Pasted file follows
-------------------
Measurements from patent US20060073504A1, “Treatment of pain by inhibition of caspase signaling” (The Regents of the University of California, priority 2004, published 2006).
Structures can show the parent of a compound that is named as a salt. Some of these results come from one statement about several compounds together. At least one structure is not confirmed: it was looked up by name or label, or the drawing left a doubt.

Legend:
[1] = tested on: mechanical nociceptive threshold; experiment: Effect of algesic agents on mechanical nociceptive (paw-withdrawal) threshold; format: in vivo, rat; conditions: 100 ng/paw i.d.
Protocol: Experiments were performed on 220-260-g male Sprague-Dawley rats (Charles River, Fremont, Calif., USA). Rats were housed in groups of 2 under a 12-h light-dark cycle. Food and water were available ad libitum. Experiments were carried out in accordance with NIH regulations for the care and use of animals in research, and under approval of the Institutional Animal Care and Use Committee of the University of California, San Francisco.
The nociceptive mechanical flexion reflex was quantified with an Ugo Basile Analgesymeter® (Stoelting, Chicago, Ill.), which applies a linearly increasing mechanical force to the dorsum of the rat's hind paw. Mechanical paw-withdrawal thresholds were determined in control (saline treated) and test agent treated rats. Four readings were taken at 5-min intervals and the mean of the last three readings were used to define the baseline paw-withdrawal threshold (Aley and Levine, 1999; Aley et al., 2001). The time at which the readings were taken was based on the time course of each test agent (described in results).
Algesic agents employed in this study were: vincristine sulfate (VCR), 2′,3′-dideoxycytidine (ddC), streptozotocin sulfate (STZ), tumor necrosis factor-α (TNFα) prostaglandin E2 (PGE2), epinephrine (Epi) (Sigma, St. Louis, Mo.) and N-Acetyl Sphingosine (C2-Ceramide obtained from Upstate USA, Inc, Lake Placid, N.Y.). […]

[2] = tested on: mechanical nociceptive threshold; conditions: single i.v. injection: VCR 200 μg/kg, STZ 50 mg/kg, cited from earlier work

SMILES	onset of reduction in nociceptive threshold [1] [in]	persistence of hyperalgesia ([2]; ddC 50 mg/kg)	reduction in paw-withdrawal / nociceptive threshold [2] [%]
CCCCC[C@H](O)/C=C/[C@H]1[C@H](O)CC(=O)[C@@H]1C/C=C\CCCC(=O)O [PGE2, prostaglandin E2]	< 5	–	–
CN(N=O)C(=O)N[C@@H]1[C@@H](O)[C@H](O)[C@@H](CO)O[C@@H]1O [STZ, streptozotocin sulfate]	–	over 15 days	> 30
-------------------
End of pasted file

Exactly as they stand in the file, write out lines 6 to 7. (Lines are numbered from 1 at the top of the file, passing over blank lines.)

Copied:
The nociceptive mechanical flexion reflex was quantified with an Ugo Basile Analgesymeter® (Stoelting, Chicago, Ill.), which applies a linearly increasing mechanical force to the dorsum of the rat's hind paw. Mechanical paw-withdrawal thresholds were determined in control (saline treated) and test agent treated rats. Four readings were taken at 5-min intervals and the mean of the last three readings were used to define the baseline paw-withdrawal threshold (Aley and Levine, 1999; Aley et al., 2001). The time at which the readings were taken was based on the time course of each test agent (described in results).
Algesic agents employed in this study were: vincristine sulfate (VCR), 2′,3′-dideoxycytidine (ddC), streptozotocin sulfate (STZ), tumor necrosis factor-α (TNFα) prostaglandin E2 (PGE2), epinephrine (Epi) (Sigma, St. Louis, Mo.) and N-Acetyl Sphingosine (C2-Ceramide obtained from Upstate USA, Inc, Lake Placid, N.Y.). […]